Valtteri Bottas took pole by just 0.007 seconds at the Portuguese Grand Prix, but such is the closeness of the frontrunners that Lewis Hamilton and Max Verstappen can both make valid claims to P1.
Verstappen was the most visibly aggrieved at the end of the hour-long session after having his quickest time deleted for exceeding track limits. His best effort was 0.139 seconds quicker than Bottas’s ultimate pole time, but a snap moment of oversteer in the high Algarve winds sent him off the track at turn four and required him to try again.
Ironically the effort required to save himself from running over the gravel probably cost him a tenth of a second, but rules are rules.
But Lewis Hamilton set the afternoon’s quickest outright time, albeit in Q2. Similarly to last year, Mercedes is finding its car responds better to the slick Portimao circuit on the medium tyre, and Hamilton used that unusual synergy to set a time 0.38 seconds faster than Bottas would later set for pole.
Strangely, Mercedes tried the medium tyre again for both its drivers’ second laps in Q3 hoping to find that same performance boost but neither charge could better his soft-tyre time.
The unusualness of the pole battle only emphasises the tricky challenge facing teams and drivers to adjust to the Autódromo Internacional do Algarve.
The principal difficulty, as was the case when F1 visited here late last year, is that the track is newly resurfaced. Then the tarmac had been laid only weeks before the race, but even today, after months of maturation, grip levels have barely improved even if the greasiness has subsided.
Asphalt will cure faster in warm weather, so if F1 were to find itself visiting a third time in 2022, a summer cycle might have the surface yielding a more enjoyable level of grip.
But there’s also the issue of high wind. The famously undulating circuit is exposing drivers to strong gusts, particularly in the final sector, the first part of which is set at the highest elevation, which had made setting up the car difficult.
Combined with a cool ambient temperature, it all lends an air of improvisation to the race forecast.
|PROVISIONAL STARTING GRID|
Distance: 4.653 kilometres
Lap record: 1:18.750 (Lewis Hamilton, Mercedes, 2020)
Track record: 1:16.466 (Valtteri Bottas, Mercedes, 2020)
Lateral load: medium
Tyre stress: high
Asphalt grip: TBC
Asphalt abrasion: TBC
Safety car probability: 0 per cent (after one race)
Pit lane speed: 80 kilometres per hour
Pit lane length: 473 metres
Pit lane time loss: 22.6 seconds
Fuel consumption: High
Tyres: C1 (hard), C2 (medium), C3 (soft)
Estimated tyre delta
Hard–medium: 0.8 seconds
Medium–soft: 0.4 seconds
The battle for pole was obviously close, and Friday practice data suggests race pace is similarly contested.
Though Mercedes was quicker on average on the medium tyre in FP2, Valtteri Bottas’s leading stint was shorter than that of Max Verstappen, which would swing the analysis towards Red Bull Racing.
But then Mercedes found damage on both cars on Friday evening that both cost the car time and also put Hamilton out of sorts on his run, which muddies the results further.
However you cut it, the two teams are close, which makes the prospect of the four cars starting on the two front rows on the same tyre a fascinating blank canvas.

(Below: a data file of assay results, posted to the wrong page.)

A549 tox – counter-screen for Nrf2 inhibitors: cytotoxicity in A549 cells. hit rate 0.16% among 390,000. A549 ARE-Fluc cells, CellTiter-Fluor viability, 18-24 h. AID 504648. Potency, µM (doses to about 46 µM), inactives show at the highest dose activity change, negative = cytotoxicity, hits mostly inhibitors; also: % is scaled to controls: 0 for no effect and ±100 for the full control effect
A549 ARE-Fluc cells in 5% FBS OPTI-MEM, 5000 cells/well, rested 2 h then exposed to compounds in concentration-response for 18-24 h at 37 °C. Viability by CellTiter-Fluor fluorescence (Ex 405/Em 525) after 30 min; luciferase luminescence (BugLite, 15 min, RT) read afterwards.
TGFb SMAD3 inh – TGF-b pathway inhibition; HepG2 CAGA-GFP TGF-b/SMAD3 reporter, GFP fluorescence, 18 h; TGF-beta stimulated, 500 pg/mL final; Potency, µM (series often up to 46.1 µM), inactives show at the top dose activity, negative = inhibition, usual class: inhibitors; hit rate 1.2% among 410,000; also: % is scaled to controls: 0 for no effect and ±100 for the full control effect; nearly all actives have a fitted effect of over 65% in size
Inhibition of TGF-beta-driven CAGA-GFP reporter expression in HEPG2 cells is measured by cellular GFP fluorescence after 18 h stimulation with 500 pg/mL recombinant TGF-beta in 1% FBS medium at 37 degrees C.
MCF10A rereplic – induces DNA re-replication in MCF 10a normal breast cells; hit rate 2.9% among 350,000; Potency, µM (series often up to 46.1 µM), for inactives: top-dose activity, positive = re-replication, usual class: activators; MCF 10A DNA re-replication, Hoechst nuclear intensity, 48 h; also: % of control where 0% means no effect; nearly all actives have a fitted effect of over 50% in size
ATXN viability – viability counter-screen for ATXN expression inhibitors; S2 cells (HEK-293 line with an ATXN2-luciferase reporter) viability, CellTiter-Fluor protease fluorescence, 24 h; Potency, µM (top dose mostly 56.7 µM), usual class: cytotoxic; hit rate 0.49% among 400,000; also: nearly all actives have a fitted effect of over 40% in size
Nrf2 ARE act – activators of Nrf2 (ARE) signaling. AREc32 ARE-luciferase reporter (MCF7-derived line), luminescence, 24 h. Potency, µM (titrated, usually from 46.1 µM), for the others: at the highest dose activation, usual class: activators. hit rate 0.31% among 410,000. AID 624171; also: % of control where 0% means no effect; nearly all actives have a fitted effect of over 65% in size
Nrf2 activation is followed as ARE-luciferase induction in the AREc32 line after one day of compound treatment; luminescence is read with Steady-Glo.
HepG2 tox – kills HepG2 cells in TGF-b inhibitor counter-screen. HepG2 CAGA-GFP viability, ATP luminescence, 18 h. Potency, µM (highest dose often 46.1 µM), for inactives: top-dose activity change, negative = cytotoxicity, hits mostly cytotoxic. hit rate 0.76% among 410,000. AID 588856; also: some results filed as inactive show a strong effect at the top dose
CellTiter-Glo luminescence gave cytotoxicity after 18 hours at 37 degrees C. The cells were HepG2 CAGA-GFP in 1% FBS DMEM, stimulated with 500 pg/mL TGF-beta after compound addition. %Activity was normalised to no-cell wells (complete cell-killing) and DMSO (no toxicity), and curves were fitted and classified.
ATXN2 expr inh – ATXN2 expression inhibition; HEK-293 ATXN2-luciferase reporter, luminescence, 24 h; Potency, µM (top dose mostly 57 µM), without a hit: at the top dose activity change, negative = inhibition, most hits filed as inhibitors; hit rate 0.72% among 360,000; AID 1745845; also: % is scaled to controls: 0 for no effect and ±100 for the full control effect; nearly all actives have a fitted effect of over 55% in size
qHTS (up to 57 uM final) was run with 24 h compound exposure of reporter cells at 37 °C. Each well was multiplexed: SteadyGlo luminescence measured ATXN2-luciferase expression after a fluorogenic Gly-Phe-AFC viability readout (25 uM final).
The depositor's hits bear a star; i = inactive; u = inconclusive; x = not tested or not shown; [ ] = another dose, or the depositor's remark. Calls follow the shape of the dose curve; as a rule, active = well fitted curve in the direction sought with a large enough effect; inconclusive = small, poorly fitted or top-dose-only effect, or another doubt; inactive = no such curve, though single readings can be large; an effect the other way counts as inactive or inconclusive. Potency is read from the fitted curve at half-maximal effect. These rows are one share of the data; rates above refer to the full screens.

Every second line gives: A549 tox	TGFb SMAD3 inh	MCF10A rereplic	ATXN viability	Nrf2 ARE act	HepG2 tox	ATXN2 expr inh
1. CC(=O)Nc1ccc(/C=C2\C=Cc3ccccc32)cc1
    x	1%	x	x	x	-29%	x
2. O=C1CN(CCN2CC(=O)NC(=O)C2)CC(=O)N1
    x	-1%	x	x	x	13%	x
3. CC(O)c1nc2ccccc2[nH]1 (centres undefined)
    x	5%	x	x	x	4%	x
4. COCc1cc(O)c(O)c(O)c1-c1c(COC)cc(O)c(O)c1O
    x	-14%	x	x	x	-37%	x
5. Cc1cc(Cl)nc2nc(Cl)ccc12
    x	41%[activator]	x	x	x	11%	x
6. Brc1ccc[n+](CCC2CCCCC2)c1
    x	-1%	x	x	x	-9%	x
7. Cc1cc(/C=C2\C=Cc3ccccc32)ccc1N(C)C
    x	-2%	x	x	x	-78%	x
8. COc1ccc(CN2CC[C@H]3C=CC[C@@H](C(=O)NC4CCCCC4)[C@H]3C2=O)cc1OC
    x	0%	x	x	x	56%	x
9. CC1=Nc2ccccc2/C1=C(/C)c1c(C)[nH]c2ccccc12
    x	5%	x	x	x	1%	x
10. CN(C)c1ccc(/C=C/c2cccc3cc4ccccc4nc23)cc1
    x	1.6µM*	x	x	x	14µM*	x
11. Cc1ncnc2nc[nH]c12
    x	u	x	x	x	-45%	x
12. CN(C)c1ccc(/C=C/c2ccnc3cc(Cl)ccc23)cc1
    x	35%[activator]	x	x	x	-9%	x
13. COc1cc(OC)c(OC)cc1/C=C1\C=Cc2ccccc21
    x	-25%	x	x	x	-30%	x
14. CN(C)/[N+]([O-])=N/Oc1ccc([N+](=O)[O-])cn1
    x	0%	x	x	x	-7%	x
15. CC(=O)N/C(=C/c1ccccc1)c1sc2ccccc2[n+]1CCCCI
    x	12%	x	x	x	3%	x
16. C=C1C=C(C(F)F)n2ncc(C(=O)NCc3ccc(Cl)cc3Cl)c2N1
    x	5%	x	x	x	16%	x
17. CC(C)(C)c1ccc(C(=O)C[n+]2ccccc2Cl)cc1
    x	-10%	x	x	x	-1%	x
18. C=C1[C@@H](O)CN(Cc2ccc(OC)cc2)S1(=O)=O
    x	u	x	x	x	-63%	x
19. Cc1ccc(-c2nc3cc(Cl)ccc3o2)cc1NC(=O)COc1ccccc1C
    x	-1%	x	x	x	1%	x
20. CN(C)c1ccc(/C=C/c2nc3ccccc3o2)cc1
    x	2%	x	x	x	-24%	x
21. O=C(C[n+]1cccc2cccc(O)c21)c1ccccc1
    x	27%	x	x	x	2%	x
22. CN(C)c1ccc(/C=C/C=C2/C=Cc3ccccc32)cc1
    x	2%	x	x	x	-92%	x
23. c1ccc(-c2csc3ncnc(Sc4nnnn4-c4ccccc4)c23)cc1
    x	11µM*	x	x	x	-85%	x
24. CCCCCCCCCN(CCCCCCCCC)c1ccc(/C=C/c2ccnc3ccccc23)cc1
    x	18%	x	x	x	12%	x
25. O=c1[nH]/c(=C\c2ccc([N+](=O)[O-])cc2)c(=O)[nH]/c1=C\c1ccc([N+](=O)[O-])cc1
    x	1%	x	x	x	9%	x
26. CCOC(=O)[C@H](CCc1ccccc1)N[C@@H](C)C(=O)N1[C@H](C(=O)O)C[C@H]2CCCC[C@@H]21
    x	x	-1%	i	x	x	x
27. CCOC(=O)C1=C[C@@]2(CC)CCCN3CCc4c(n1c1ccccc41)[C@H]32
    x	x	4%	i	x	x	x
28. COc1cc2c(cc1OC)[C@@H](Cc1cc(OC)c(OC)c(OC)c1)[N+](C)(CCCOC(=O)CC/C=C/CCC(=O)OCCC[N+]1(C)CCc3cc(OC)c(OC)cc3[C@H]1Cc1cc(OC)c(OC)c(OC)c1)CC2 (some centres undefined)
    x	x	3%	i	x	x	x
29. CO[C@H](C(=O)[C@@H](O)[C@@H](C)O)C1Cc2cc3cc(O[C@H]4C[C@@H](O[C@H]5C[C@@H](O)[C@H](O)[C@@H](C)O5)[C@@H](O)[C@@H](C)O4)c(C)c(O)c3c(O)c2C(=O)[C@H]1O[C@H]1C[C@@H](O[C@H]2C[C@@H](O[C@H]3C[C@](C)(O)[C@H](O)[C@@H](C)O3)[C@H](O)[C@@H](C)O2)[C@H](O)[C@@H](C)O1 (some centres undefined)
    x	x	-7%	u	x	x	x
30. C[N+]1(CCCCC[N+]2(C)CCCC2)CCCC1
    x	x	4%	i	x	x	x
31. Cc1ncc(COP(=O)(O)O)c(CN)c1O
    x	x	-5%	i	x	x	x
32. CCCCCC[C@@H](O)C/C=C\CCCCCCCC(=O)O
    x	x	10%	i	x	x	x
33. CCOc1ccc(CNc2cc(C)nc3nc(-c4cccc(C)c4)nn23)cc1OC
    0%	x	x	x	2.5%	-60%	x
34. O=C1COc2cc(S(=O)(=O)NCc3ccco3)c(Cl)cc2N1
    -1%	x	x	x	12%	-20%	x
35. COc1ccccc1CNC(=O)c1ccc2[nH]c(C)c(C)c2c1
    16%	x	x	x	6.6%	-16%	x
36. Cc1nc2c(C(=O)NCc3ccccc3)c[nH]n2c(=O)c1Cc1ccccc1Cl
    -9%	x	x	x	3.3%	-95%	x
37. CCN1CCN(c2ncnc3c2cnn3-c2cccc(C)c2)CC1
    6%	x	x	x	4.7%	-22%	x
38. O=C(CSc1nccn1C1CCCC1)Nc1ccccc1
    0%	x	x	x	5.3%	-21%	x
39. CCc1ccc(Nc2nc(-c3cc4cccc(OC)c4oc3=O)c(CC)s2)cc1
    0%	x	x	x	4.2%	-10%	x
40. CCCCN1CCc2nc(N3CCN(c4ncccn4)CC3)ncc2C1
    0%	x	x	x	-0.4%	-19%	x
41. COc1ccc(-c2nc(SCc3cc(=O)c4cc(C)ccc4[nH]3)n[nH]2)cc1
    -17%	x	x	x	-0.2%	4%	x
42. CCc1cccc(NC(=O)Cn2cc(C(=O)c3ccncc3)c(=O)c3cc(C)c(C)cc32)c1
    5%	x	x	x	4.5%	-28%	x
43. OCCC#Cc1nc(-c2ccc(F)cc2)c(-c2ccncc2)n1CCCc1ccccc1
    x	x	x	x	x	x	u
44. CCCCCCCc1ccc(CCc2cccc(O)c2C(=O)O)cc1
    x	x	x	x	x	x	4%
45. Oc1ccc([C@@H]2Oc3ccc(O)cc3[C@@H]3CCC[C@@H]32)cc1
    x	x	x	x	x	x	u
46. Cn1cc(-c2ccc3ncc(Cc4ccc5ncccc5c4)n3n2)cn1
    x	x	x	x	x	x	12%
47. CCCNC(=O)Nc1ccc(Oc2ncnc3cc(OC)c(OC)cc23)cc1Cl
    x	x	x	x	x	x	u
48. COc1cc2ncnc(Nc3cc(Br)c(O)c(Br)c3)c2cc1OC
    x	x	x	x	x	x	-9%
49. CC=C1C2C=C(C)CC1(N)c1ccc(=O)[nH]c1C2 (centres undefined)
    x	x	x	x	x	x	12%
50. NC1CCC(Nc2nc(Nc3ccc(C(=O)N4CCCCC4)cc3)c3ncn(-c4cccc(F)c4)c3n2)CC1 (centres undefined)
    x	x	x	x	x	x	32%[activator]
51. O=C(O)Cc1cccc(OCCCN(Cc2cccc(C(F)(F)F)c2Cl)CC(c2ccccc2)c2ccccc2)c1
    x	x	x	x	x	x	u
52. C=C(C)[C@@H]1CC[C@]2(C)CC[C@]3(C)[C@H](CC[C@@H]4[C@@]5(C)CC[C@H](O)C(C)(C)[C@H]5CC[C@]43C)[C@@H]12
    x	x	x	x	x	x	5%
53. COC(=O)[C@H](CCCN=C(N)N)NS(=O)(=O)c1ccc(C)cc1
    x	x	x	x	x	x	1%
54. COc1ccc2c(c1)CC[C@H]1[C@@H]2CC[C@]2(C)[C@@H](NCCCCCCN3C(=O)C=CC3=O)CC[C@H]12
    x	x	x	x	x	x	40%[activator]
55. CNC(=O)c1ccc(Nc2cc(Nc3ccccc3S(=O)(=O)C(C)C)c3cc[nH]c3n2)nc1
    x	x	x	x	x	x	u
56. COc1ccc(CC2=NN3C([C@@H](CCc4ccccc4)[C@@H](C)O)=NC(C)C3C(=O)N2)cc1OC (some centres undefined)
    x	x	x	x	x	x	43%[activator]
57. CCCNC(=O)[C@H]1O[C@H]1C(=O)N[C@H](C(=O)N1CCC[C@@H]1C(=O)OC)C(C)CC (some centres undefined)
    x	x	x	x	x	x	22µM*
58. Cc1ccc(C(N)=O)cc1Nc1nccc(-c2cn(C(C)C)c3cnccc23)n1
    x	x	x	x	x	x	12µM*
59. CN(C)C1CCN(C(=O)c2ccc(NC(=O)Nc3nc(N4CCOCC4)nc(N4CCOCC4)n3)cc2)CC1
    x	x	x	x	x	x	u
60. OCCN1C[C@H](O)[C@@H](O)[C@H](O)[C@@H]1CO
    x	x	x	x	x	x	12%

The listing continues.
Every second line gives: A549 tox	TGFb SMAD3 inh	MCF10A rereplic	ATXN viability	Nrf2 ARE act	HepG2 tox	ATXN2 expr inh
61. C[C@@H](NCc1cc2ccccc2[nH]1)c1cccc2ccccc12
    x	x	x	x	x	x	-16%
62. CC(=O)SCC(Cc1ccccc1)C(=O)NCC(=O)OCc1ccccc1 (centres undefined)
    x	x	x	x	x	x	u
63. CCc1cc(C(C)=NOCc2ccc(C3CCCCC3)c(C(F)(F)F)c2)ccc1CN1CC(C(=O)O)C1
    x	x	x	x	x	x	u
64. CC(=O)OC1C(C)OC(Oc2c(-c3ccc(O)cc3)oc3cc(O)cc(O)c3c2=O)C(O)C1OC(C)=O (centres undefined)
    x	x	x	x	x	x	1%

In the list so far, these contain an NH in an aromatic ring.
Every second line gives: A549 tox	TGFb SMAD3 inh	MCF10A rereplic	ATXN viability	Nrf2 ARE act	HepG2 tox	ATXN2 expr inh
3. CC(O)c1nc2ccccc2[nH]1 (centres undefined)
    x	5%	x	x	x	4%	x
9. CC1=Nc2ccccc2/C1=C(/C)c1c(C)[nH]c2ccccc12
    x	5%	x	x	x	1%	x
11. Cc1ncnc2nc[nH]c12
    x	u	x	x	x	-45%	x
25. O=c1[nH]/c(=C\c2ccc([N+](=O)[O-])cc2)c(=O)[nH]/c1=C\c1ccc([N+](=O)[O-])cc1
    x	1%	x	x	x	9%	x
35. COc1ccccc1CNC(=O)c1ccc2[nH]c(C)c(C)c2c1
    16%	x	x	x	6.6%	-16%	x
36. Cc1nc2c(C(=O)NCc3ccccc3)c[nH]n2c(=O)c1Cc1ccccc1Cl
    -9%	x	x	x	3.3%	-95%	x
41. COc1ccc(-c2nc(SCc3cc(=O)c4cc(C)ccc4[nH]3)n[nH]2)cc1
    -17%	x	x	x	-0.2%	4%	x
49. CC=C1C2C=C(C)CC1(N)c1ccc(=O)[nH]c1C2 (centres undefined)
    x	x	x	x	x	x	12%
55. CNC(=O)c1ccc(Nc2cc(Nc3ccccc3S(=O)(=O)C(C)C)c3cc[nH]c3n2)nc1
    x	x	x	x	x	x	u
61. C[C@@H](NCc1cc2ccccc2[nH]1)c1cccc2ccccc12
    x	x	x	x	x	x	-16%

Bottas, Hamilton, Verstappen and Sergio Perez all start on the medium compound, and based on practice running and last year’s race the yellow tyre is durable enough to run most of the race, which means we’re locked in for a one-stop race, particularly given the long pit lane, which makes stopping more than once time consuming.
We can point to a couple of factors that will affect the timing of the stops.
One will be the weather, which will influence how strong the undercut will be. The cool conditions on Friday suggested the medium and especially the hard compounds required running in before reaching top performance, but a warmer tarmac will bring strategy towards making an early stop.
The hard compound is unlikely to make an appearance given its 0.8-second deficit to the medium, which is performing with sufficient endurance anyway. But warm weather may offer a team or driver the opportunity to roll the dice with an early switch from medium to hard if a suitable traffic window emerges or in the event of a safety car in the first third of the race.
On the other hand warm weather will disadvantage those starting on the soft — the rest of the top 10 less Charles Leclerc — as it will give them less of a warm-up advantage off the line and reduce the compound’s longevity.
It will also push teams to extend an opening stint on mediums before bolting on the softs — which means any driver confident of squeezing a long stint out of the soft could win an advantage by stopping earlier and forcing his rivals to follow him in.
There’s also the spectre of team orders hanging over this battle. Though we’re at only the third race of the season, Bottas and Perez are already 28 and 34 points off Hamilton’s championship lead, with Verstappen only one point in arrears.
One would think it unlikely, but would either Mercedes or Red Bull Racing orchestrate strategy or issue team orders to have the leading drivers finish ahead of their teammates? And if that were to happen, how would they react?
The Portuguese Grand Prix promises a rare two-car straight fight between our two evenly matched frontrunners. However the race pans out, the result will be a fascinating chapter of the 2021 season.